When the institute handed out nearly $230 million in October to 14 research teams, including Aboody's at City of Hope, it was its largest scientific investment by far. But it came with strings attached: In four years, recipients should have a clinical trial request ready to file with the FDA. Only four of the projects involve embryonic stem cells.
A new emphasis
It is a significant change in direction for an effort originally designed to bolster research on human embryonic stem cells.
Proposition 71 was set in motion in August 2001, when Bush announced that federal funds could be used to study stem cell lines derived from human embryos. It marked the first time money from the National Institutes of Health and other government agencies was made available to the growing cadre of biologists who believed the cells could be transformed into replacement tissues that would cure a range of diseases.
But there was a catch. Like many Americans, Bush was opposed to the idea of destroying human embryos for any reason, including medical research. So he restricted federal funding to about 20 embryonic stem cell lines that had already been created.
Scientists were soon complaining that the Bush policy was unworkable. Many of the lines had chromosomal abnormalities or were contaminated with animal products, rendering them unsuitable for use in humans. Newer lines developed with private money could only be used in separate labs built without federal money.
The situation was also frustrating to patients who stood to benefit from the research. Bay Area real estate developer Robert Klein, whose son has Type 1 diabetes, proposed a radical solution: raise $3 billion through the sale of state bonds to fund stem cell research in California.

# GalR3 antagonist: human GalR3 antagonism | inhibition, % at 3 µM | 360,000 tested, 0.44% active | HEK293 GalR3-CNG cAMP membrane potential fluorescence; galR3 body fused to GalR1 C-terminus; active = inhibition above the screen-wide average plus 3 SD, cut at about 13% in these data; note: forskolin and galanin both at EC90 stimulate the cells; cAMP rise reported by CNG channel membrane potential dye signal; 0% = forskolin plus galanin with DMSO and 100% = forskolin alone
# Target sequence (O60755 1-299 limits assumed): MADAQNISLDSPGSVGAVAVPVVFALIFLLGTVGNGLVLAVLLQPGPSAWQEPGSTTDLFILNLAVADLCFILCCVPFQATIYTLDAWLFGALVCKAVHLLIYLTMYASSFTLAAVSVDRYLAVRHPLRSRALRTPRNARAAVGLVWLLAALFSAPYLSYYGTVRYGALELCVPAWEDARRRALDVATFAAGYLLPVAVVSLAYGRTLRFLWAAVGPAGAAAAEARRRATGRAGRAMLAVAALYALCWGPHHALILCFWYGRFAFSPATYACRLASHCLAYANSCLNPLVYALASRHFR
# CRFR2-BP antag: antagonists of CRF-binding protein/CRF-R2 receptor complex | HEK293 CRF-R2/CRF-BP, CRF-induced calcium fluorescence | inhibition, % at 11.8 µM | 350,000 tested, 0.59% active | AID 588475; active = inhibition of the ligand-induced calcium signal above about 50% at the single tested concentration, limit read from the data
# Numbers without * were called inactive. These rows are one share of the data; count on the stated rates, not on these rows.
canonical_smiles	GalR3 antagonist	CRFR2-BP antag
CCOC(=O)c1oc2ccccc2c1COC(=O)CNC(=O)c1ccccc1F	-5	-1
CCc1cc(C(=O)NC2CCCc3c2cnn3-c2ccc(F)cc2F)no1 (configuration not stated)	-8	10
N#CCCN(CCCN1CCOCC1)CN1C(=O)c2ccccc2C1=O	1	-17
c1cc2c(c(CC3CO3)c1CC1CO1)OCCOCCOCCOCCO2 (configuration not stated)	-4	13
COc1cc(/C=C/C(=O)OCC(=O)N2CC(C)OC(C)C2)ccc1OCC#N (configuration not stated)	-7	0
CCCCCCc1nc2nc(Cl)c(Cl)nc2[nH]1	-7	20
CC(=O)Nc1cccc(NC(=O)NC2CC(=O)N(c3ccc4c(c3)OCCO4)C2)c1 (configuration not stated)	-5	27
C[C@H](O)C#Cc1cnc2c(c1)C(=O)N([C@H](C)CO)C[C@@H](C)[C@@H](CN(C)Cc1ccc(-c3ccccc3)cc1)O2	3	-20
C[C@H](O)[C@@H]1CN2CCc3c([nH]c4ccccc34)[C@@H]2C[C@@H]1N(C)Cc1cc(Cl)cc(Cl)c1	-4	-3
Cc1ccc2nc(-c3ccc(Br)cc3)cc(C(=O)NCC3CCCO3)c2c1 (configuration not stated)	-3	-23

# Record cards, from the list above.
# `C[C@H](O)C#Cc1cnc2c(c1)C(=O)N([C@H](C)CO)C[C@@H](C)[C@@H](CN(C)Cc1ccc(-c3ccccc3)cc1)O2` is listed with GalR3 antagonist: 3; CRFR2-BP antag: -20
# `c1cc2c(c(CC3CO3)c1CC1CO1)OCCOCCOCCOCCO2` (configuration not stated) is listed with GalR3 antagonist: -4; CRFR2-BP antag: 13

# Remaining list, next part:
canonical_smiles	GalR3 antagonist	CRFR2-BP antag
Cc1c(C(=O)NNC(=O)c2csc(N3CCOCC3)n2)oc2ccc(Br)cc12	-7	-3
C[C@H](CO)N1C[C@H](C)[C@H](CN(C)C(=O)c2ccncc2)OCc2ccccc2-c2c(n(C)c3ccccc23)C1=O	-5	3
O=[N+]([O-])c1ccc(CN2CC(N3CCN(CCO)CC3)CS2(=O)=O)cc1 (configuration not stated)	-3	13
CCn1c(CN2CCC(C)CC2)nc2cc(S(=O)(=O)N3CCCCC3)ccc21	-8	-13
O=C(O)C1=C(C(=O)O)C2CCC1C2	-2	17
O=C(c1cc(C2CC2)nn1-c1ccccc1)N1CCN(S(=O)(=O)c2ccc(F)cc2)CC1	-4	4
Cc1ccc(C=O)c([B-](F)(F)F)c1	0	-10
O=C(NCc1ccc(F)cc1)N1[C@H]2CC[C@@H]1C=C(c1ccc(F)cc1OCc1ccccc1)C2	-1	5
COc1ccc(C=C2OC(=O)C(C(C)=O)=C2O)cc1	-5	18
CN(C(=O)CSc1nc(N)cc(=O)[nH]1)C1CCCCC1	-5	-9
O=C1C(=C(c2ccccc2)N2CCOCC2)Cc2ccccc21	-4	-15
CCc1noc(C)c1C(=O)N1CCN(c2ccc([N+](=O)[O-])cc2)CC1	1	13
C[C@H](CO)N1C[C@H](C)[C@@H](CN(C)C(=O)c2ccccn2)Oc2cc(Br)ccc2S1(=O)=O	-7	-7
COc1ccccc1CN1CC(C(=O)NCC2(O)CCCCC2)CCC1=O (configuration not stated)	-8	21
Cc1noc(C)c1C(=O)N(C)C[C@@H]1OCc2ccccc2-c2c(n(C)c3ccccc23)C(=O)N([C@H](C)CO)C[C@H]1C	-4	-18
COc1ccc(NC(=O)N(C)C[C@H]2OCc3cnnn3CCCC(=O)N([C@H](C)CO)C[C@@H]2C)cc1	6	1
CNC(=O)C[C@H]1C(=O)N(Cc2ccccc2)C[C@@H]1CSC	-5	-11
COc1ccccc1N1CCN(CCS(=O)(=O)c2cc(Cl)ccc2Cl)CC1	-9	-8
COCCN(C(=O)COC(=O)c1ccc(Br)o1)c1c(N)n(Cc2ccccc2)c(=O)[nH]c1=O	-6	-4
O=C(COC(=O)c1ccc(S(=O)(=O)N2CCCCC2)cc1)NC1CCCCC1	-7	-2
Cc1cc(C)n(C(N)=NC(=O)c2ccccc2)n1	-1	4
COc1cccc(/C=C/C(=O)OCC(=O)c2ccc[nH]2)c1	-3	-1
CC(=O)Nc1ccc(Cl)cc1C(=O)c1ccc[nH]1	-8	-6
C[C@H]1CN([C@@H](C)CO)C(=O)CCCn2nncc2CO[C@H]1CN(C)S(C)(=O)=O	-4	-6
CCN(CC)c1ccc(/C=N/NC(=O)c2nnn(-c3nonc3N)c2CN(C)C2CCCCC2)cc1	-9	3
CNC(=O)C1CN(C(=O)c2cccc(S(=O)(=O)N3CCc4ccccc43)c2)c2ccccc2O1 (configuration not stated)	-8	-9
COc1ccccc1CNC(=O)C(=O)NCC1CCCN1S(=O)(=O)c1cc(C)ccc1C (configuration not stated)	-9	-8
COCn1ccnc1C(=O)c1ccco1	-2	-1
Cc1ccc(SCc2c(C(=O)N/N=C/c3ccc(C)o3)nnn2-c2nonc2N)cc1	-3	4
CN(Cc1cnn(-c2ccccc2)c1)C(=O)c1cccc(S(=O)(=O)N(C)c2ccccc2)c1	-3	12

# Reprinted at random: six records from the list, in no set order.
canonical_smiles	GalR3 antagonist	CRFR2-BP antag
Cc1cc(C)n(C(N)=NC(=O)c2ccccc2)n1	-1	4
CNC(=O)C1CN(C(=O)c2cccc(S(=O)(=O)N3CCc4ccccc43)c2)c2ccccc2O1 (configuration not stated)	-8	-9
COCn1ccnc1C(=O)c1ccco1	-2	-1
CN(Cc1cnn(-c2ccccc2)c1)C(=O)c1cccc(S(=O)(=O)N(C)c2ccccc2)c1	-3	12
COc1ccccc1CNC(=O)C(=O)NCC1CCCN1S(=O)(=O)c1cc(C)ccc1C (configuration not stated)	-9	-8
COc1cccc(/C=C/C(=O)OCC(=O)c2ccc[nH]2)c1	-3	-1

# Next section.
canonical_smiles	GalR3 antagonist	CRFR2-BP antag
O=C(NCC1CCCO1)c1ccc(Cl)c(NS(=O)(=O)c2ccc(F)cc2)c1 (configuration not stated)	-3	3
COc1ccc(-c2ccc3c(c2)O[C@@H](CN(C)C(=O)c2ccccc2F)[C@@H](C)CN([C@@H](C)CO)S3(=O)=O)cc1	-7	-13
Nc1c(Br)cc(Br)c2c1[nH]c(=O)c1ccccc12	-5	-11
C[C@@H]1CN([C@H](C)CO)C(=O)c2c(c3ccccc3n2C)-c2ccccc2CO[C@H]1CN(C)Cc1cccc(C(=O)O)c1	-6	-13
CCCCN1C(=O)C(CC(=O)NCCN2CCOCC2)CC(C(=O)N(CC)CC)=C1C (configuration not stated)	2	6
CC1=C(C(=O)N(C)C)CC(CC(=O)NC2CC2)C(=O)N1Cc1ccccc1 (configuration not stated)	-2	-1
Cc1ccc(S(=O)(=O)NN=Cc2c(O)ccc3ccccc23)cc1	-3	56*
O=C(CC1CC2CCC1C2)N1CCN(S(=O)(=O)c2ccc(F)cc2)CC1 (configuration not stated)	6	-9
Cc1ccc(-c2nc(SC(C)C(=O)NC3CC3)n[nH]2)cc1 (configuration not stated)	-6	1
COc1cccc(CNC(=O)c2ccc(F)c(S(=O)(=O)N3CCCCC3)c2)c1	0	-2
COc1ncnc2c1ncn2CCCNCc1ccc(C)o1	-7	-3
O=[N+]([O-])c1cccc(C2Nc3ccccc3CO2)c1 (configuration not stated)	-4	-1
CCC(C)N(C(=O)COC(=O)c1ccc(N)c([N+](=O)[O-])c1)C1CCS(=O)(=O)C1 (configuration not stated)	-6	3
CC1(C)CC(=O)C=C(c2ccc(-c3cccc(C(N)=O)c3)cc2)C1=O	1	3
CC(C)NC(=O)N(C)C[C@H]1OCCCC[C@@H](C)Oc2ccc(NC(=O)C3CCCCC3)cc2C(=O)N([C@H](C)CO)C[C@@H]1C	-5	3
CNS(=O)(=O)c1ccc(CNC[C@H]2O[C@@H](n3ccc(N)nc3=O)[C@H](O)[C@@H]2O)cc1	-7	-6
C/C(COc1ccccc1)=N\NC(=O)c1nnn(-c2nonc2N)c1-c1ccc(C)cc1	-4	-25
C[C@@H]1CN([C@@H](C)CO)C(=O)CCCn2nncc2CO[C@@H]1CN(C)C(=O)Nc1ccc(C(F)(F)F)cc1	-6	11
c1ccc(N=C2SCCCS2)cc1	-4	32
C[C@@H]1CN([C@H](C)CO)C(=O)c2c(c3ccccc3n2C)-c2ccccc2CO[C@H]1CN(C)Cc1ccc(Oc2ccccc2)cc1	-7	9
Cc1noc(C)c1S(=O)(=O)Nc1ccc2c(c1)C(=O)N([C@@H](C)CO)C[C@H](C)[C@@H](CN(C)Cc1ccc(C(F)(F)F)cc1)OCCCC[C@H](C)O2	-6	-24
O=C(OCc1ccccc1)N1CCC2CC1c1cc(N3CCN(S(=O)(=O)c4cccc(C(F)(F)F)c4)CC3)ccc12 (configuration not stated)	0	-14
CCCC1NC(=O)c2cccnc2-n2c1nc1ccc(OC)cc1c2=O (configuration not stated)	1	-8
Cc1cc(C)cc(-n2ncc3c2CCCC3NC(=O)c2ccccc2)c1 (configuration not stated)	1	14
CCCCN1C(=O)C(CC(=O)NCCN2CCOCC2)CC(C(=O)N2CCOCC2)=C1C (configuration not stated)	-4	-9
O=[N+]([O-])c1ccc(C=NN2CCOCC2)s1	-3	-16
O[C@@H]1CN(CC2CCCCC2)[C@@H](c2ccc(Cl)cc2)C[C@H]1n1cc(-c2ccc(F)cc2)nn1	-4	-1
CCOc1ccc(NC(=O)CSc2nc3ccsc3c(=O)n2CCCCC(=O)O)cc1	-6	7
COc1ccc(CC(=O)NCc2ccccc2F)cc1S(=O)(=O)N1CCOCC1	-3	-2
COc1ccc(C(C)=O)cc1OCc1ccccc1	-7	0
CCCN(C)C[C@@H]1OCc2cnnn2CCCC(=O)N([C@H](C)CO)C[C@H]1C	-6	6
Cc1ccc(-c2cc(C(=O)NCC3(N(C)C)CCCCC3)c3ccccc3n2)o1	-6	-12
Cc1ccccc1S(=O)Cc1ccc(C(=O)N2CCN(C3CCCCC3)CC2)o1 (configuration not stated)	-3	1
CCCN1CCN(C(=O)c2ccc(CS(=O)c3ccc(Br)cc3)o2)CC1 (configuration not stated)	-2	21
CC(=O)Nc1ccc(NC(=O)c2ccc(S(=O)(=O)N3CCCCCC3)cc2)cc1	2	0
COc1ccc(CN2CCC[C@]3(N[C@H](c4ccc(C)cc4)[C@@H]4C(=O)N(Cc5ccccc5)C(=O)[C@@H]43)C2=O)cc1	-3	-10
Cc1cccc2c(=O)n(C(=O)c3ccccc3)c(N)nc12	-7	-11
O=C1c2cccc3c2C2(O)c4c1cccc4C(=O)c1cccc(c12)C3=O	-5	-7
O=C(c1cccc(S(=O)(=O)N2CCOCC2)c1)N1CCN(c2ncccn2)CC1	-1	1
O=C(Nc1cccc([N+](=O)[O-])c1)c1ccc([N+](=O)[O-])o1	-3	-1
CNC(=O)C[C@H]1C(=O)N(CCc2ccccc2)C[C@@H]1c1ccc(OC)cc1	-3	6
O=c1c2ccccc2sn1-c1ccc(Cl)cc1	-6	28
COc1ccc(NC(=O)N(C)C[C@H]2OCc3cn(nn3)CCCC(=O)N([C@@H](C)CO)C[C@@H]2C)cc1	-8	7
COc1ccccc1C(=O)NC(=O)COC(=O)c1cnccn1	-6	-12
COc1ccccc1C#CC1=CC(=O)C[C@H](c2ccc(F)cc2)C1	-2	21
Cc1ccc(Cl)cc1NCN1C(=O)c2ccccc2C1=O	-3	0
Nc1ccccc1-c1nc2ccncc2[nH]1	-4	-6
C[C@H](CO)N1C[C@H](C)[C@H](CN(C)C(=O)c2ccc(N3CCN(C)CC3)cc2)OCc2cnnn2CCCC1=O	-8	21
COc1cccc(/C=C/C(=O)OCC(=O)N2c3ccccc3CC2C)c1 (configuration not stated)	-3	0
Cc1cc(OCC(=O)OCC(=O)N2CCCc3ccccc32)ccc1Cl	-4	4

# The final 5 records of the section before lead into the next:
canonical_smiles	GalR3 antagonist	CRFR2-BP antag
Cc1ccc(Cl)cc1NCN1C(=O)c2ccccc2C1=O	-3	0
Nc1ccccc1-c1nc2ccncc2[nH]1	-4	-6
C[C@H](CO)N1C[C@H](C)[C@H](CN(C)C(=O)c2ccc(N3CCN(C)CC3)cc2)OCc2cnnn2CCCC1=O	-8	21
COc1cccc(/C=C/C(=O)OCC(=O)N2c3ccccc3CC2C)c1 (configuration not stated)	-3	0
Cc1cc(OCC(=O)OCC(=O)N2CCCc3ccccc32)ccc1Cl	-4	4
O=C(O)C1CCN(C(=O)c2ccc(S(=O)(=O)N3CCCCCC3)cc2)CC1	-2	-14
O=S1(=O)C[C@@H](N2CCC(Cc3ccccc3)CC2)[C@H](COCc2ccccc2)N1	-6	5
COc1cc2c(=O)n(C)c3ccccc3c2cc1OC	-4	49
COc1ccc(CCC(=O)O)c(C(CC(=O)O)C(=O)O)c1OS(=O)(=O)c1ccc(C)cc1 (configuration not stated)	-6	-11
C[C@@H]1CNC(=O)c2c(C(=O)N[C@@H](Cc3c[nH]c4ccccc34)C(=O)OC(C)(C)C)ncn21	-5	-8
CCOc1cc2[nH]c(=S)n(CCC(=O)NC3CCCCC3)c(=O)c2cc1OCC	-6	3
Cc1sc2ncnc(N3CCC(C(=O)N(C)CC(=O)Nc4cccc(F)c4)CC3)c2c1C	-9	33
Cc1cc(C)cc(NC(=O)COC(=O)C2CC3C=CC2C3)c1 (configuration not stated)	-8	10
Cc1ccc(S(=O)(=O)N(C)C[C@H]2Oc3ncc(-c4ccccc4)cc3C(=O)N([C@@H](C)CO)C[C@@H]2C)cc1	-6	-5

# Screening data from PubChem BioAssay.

Backers of the California Stem Cell Research and Cures Initiative, better known as Proposition 71, emphasized the potential for these flexible cells to reverse paralysis from spinal cord injuries and cure intractable diseases such as Parkinson's, diabetes and Alzheimer's. Scientists, not normally known for grandstanding, rallied voters across the state. Californians approved Proposition 71 in November 2004 with 59% of the vote.
The first grants went out in April 2006, after fighting off legal challenges. Hundreds of millions of additional dollars followed.
Money put to work
USC, for example, used a grant to build its Center for Regenerative Medicine and Stem Cell Research essentially from scratch.
The university hired Martin Pera, a colleague of Trounson's, to lead the effort. It was quite a coup: In Australia, Trounson and Pera's team was the first to show that human embryonic stem cells could grow into mature cells in laboratory dishes.
Within three months of his arrival, USC received a $600,000 grant to support graduate students and postdocs working on stem cell projects. The following year, the university racked up nearly $4 million in state funding for scientists to study basic properties of human embryonic stem cells.
An additional $2.2 million from the agency allowed USC to set up its Stem Cell Core Facility, where staffers can derive, grow and maintain stem cell lines for researchers. And $27 million more helped finance a new stem cell research building. By the time construction wraps up this summer, Pera said he hopes to recruit two additional research groups using more state grants.